You might have already read the ominous prediction by research firm McKinsey which states that up to 800 million people in the world could lose their jobs to automation by 2030. The report also forecasts that between 75 and 375 million of those displaced may need to pick up new skills and switch job categories.
The International Labour Organisation expects some 137 million workers from five Southeast Asian nations—Cambodia, Indonesia, the Philippines, Thailand, and Vietnam—to be in danger of losing their jobs to automation in the coming decades.
Over in Australia, one-third of workers could face the same fate by 2030, according to a report by job advertisement search engine Adzuna. The report states that low-skilled workers would be the most affected—because robots are simply more efficient at such tasks.
Let’s face it. Corporations are profit-driven. Maximising productivity and reducing labour costs mean more revenue. Robots do exactly that. In China’s Guangdong province, domestic mobile phone maker Changying Precision Technology Company has replaced 90 per cent of its workers with 60 robotic arms that can work around the clock. There are no overtime costs for payout. There is no need to worry about human rights violations. This shift to automation has reportedly resulted in a 250 per cent rise in productivity. It has also allowed the company to achieve a staggering 80 per cent reduction in the number of defects.
Global sportswear brand Adidas is no different, having announced in 2016 that it would relocate a significant portion of its manufacturing to Germany where the company has a largely automated “Speedfactory”. Foxconn, one of the world’s largest producers of the iPhone, had in 2016 replaced 60,000 of its workers with robots that can execute up to 20 tasks.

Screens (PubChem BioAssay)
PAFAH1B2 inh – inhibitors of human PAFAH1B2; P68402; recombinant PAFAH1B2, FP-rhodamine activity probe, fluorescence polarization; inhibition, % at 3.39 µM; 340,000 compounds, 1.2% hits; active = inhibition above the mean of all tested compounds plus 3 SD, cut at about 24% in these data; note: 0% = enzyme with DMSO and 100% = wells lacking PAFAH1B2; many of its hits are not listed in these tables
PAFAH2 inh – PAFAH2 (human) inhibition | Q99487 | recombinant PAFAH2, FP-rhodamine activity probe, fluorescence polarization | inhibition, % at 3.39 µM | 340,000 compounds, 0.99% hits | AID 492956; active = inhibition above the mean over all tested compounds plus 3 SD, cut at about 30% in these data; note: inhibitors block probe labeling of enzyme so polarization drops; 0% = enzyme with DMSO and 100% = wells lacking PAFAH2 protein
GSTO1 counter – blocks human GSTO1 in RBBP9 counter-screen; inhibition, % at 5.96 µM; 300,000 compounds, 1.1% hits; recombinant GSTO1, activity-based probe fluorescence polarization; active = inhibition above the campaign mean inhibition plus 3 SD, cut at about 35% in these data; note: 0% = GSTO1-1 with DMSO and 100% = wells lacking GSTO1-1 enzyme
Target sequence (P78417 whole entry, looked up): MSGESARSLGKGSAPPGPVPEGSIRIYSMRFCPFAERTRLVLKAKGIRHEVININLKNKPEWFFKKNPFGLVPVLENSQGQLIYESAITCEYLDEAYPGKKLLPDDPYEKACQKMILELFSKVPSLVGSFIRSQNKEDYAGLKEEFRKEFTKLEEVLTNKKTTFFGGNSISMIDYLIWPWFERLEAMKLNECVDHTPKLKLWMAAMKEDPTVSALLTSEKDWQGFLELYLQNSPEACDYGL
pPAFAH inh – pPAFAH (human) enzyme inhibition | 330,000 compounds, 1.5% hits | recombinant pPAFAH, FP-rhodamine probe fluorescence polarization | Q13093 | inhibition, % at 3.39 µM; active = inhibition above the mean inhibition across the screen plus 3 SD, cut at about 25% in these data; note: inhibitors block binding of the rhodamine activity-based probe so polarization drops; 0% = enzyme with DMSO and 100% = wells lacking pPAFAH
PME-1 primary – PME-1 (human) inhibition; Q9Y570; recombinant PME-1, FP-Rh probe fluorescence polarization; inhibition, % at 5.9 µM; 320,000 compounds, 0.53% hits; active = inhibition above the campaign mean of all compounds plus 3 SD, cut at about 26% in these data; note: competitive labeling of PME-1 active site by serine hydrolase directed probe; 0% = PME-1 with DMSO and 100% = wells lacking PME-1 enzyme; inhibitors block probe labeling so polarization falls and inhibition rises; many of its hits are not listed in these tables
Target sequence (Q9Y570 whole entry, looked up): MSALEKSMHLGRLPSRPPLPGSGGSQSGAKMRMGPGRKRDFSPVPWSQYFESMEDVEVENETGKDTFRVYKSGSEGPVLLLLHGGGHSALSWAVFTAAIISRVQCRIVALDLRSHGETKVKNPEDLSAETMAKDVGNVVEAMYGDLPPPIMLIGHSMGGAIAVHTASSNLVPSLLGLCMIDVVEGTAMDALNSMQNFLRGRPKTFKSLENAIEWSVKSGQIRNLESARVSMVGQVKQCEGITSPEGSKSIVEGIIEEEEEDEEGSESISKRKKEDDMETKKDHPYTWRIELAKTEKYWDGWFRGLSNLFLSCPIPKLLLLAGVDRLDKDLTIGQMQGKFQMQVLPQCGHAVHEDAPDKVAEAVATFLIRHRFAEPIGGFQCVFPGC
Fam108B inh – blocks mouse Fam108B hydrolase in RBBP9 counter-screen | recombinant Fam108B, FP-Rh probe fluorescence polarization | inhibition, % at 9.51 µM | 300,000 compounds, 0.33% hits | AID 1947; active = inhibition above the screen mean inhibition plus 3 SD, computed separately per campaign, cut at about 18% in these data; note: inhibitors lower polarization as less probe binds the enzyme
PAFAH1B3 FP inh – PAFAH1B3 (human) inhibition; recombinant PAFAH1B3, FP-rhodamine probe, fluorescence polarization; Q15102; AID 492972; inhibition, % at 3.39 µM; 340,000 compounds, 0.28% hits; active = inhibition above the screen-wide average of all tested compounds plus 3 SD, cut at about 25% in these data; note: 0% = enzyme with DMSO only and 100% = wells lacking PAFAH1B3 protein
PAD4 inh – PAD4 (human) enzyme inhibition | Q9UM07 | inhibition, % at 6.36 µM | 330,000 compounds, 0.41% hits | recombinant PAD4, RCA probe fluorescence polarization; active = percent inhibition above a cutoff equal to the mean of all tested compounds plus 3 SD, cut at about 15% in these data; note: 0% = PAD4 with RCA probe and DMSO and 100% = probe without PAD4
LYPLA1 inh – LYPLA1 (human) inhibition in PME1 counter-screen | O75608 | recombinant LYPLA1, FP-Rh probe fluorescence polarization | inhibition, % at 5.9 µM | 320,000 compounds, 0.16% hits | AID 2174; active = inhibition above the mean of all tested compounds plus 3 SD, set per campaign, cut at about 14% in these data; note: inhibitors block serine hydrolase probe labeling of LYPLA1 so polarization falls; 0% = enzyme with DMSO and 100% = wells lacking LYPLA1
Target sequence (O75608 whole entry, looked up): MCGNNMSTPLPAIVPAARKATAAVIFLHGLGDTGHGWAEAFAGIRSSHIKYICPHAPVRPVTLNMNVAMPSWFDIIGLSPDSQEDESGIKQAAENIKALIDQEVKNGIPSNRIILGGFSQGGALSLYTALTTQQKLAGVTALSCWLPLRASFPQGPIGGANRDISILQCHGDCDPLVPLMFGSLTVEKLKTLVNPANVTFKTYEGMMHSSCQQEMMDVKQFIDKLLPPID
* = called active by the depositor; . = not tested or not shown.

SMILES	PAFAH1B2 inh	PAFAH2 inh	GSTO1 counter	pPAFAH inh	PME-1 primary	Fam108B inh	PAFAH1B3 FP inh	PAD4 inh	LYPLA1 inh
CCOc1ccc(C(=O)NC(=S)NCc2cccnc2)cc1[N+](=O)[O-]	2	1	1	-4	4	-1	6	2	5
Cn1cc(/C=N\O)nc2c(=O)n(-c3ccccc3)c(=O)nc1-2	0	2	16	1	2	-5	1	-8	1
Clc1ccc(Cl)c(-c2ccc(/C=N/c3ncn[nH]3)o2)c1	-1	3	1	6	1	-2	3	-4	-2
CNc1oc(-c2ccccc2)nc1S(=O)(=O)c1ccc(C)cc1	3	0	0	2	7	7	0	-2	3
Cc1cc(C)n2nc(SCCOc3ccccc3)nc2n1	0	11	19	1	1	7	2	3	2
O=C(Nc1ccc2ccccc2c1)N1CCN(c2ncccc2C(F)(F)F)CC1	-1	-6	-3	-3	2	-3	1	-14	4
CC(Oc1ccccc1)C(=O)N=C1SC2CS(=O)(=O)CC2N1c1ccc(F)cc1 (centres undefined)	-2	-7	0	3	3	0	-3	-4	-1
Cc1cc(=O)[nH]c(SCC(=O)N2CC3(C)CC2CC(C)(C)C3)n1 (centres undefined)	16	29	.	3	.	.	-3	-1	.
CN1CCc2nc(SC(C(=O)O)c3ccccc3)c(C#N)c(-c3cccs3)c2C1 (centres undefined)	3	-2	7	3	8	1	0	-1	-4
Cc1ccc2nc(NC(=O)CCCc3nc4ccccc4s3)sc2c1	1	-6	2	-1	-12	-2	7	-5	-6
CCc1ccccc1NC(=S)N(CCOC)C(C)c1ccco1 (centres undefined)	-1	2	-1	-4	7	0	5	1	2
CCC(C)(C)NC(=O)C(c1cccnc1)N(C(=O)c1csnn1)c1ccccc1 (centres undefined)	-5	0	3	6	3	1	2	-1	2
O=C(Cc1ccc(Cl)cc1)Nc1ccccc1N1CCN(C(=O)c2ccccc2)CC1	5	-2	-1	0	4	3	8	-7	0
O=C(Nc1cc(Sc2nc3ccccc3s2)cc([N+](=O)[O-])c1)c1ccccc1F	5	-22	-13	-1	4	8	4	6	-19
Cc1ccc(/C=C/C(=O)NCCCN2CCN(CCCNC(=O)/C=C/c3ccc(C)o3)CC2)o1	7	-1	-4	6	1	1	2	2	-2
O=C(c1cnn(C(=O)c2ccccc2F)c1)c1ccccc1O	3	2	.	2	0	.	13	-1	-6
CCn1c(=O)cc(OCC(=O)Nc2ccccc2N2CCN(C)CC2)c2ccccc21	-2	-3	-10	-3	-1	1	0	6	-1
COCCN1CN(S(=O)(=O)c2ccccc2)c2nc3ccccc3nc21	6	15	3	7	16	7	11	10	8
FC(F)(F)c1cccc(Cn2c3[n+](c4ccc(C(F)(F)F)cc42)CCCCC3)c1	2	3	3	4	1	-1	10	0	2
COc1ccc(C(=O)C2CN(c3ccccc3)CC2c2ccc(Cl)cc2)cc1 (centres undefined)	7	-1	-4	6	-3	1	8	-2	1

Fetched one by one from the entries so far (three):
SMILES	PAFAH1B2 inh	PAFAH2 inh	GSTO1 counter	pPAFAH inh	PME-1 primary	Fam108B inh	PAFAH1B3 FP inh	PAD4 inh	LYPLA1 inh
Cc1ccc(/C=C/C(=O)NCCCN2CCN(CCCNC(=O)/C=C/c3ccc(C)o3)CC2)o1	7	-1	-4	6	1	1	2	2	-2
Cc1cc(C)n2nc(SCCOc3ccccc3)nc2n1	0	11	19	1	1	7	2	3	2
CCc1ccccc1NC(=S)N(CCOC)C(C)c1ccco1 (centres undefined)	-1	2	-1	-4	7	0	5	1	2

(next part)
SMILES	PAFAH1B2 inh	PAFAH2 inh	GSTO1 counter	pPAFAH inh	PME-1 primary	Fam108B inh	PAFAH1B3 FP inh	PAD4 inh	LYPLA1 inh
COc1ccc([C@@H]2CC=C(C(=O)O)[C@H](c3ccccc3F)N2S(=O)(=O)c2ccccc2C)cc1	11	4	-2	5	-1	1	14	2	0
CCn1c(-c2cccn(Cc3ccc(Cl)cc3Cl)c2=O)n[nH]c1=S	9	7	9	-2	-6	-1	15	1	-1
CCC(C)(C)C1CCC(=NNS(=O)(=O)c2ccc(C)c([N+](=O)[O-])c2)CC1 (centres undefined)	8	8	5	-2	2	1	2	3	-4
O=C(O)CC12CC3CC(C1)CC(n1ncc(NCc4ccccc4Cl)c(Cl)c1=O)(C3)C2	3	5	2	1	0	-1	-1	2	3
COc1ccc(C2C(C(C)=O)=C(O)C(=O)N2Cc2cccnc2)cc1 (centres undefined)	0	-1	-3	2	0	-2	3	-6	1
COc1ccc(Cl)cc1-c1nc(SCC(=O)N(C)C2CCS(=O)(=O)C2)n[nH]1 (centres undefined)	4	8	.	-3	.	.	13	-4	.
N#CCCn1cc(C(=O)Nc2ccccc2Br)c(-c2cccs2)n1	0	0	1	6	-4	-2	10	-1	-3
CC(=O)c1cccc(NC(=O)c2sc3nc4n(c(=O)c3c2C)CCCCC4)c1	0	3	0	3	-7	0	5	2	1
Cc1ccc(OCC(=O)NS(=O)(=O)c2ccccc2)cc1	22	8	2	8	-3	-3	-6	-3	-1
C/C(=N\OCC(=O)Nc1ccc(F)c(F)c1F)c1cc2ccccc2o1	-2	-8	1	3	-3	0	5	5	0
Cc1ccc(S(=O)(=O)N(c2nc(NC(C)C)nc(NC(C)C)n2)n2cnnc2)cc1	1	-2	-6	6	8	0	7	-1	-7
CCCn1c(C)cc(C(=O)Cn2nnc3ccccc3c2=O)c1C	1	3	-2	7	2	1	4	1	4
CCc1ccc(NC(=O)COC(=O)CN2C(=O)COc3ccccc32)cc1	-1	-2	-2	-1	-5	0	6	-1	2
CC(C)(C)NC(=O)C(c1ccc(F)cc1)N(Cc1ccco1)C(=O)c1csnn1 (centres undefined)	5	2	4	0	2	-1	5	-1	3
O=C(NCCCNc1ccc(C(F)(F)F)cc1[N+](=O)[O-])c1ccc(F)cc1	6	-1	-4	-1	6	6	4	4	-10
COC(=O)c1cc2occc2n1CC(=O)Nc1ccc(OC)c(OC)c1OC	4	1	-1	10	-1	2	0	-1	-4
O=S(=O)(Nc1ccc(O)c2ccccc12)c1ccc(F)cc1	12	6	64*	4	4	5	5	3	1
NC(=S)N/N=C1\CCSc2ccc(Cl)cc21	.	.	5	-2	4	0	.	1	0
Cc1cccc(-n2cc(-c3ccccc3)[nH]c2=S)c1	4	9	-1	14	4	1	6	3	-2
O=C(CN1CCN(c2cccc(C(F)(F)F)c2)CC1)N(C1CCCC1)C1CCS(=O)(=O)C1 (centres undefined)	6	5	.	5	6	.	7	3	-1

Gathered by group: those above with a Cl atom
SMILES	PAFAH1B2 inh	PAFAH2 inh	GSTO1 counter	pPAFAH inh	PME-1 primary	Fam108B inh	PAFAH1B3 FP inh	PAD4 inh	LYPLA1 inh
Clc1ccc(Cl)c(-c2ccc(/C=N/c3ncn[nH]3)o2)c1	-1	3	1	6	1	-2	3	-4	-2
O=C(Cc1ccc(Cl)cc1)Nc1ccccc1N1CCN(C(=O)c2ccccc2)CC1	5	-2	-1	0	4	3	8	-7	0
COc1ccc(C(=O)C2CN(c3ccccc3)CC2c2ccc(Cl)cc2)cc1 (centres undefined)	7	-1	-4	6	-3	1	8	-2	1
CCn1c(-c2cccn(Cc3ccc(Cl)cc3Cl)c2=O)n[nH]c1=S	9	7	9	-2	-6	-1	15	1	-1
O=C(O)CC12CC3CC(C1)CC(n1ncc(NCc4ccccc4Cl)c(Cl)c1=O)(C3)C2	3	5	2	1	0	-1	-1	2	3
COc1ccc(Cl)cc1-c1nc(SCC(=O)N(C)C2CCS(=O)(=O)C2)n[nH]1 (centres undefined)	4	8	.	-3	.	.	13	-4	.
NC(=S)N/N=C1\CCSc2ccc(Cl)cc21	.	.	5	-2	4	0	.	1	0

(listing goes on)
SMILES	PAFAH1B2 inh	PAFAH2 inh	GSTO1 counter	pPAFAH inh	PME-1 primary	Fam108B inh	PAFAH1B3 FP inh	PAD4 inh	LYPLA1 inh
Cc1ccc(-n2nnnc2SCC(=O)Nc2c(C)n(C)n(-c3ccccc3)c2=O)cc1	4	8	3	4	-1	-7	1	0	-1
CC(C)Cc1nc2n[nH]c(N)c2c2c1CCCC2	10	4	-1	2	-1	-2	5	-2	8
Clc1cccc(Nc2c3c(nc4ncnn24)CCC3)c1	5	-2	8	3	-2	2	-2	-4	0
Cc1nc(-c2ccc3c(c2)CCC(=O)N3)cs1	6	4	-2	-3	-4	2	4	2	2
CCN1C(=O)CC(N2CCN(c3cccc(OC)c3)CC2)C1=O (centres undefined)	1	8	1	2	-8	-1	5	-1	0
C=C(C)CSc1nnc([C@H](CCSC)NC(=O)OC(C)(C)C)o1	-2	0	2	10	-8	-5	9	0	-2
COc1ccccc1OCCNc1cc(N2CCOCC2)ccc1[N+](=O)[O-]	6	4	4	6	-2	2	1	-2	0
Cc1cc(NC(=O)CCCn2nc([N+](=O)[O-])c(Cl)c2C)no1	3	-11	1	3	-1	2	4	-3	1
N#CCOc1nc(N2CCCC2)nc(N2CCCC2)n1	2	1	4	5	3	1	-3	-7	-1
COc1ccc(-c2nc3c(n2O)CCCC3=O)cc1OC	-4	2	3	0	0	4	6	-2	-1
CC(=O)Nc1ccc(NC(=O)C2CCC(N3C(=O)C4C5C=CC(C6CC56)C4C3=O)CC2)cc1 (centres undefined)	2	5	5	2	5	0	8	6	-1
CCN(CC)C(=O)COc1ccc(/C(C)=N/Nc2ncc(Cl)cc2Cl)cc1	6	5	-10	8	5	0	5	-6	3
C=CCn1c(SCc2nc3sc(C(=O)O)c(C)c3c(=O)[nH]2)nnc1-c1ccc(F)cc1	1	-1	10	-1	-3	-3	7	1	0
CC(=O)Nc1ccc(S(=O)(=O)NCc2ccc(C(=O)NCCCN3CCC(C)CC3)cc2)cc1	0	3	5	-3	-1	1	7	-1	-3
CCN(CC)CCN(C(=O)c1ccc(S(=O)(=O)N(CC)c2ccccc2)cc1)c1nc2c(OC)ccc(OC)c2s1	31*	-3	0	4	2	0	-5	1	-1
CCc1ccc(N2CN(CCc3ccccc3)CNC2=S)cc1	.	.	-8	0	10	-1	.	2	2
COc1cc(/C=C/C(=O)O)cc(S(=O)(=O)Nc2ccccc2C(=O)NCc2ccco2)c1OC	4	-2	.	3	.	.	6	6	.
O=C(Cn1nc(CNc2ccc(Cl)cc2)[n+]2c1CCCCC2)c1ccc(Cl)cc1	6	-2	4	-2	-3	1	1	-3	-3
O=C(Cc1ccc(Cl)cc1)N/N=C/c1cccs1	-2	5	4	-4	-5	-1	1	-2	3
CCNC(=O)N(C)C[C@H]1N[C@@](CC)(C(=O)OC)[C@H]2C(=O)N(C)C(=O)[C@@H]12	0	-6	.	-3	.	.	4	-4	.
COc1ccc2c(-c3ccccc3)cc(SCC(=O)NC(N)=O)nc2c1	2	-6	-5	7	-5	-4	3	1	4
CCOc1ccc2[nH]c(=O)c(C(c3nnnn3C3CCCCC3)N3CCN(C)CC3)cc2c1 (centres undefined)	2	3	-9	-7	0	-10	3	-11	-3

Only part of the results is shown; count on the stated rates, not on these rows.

Industrial robots are also set to be more prevalent in future – the International Federation of Robotics estimates that the global stock of operational industrial robots will grow at an average annual rate of 14 per cent from 2018 to 2020.
And it is not just factory workers or labourers or those flipping burger patties who will be replaced by machines. In their 2013 research paper, Oxford academics Carl Benedikt Frey and Michael A. Osborne wrote that 54 per cent of lost jobs within the next 20 years will be in finance as the industry increasingly embraces AI.
According to the BBC, the Press Association in London has been using machines to generate short news stories, many of which do not even need to be edited by a human. Another news agency in the Netherlands uses machines to rewrite news stories so that children can understand them. Even high-skilled workers will not be spared. According to Gartner research, professionals skilled in the fields of medicine and law could also be made redundant by technology, or more specifically, Artificial Intelligence, by 2022
Mind you, that’s just two years from now. How would law and medical students feel if they know that what they’re currently studying for could become useless by the time they graduate?
As you can see, the consequences of the growing threat of automation will impact not just individuals, but the human race itself.
So, is doomsday around the corner? Are there any jobs left for us at all? Keep reading this space to find out more next week.
Research by: Alywin Chew
This article is the first in our 3-part series on 'The Future of Work.' Read the second part on Job Prospects and the Lack of Tech Talent and the last part on Workplaces.